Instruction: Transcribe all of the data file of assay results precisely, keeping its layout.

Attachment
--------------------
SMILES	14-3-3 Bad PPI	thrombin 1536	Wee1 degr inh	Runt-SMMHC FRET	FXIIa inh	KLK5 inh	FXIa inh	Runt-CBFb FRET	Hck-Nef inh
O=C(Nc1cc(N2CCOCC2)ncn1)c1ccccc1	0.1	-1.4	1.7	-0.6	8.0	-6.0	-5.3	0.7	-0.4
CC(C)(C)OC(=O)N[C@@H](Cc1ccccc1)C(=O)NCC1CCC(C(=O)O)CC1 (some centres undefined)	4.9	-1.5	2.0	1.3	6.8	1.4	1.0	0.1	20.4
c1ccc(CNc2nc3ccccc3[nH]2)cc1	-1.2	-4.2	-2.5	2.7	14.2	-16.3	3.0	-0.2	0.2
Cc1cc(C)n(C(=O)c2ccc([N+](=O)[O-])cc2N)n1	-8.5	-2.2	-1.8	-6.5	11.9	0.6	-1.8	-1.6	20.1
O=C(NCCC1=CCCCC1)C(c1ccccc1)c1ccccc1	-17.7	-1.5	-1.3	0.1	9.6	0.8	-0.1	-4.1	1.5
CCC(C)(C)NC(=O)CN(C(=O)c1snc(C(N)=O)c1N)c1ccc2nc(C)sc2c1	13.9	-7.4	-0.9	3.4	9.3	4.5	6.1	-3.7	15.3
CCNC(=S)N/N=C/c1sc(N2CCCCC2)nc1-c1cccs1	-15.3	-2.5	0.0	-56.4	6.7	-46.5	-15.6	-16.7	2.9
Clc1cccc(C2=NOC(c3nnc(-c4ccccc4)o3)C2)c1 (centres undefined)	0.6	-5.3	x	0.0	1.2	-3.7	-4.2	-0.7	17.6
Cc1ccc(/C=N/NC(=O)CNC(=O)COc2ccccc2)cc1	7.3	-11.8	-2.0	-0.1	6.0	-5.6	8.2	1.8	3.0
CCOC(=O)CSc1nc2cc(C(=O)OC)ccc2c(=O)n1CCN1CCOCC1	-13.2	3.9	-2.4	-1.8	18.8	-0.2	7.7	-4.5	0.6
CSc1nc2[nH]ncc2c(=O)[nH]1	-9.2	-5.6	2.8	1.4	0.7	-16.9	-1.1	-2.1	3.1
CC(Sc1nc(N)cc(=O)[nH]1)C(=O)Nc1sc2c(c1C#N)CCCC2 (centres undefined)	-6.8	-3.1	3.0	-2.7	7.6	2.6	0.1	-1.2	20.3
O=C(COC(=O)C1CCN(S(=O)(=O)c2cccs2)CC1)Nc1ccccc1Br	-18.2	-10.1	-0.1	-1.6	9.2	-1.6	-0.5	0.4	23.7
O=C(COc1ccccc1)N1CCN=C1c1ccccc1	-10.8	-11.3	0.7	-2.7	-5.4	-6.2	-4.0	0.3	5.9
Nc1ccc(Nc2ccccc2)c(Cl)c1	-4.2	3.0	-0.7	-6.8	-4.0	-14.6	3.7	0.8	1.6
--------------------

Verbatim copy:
SMILES	14-3-3 Bad PPI	thrombin 1536	Wee1 degr inh	Runt-SMMHC FRET	FXIIa inh	KLK5 inh	FXIa inh	Runt-CBFb FRET	Hck-Nef inh
O=C(Nc1cc(N2CCOCC2)ncn1)c1ccccc1	0.1	-1.4	1.7	-0.6	8.0	-6.0	-5.3	0.7	-0.4
CC(C)(C)OC(=O)N[C@@H](Cc1ccccc1)C(=O)NCC1CCC(C(=O)O)CC1 (some centres undefined)	4.9	-1.5	2.0	1.3	6.8	1.4	1.0	0.1	20.4
c1ccc(CNc2nc3ccccc3[nH]2)cc1	-1.2	-4.2	-2.5	2.7	14.2	-16.3	3.0	-0.2	0.2
Cc1cc(C)n(C(=O)c2ccc([N+](=O)[O-])cc2N)n1	-8.5	-2.2	-1.8	-6.5	11.9	0.6	-1.8	-1.6	20.1
O=C(NCCC1=CCCCC1)C(c1ccccc1)c1ccccc1	-17.7	-1.5	-1.3	0.1	9.6	0.8	-0.1	-4.1	1.5
CCC(C)(C)NC(=O)CN(C(=O)c1snc(C(N)=O)c1N)c1ccc2nc(C)sc2c1	13.9	-7.4	-0.9	3.4	9.3	4.5	6.1	-3.7	15.3
CCNC(=S)N/N=C/c1sc(N2CCCCC2)nc1-c1cccs1	-15.3	-2.5	0.0	-56.4	6.7	-46.5	-15.6	-16.7	2.9
Clc1cccc(C2=NOC(c3nnc(-c4ccccc4)o3)C2)c1 (centres undefined)	0.6	-5.3	x	0.0	1.2	-3.7	-4.2	-0.7	17.6
Cc1ccc(/C=N/NC(=O)CNC(=O)COc2ccccc2)cc1	7.3	-11.8	-2.0	-0.1	6.0	-5.6	8.2	1.8	3.0
CCOC(=O)CSc1nc2cc(C(=O)OC)ccc2c(=O)n1CCN1CCOCC1	-13.2	3.9	-2.4	-1.8	18.8	-0.2	7.7	-4.5	0.6
CSc1nc2[nH]ncc2c(=O)[nH]1	-9.2	-5.6	2.8	1.4	0.7	-16.9	-1.1	-2.1	3.1
CC(Sc1nc(N)cc(=O)[nH]1)C(=O)Nc1sc2c(c1C#N)CCCC2 (centres undefined)	-6.8	-3.1	3.0	-2.7	7.6	2.6	0.1	-1.2	20.3
O=C(COC(=O)C1CCN(S(=O)(=O)c2cccs2)CC1)Nc1ccccc1Br	-18.2	-10.1	-0.1	-1.6	9.2	-1.6	-0.5	0.4	23.7
O=C(COc1ccccc1)N1CCN=C1c1ccccc1	-10.8	-11.3	0.7	-2.7	-5.4	-6.2	-4.0	0.3	5.9
Nc1ccc(Nc2ccccc2)c(Cl)c1	-4.2	3.0	-0.7	-6.8	-4.0	-14.6	3.7	0.8	1.6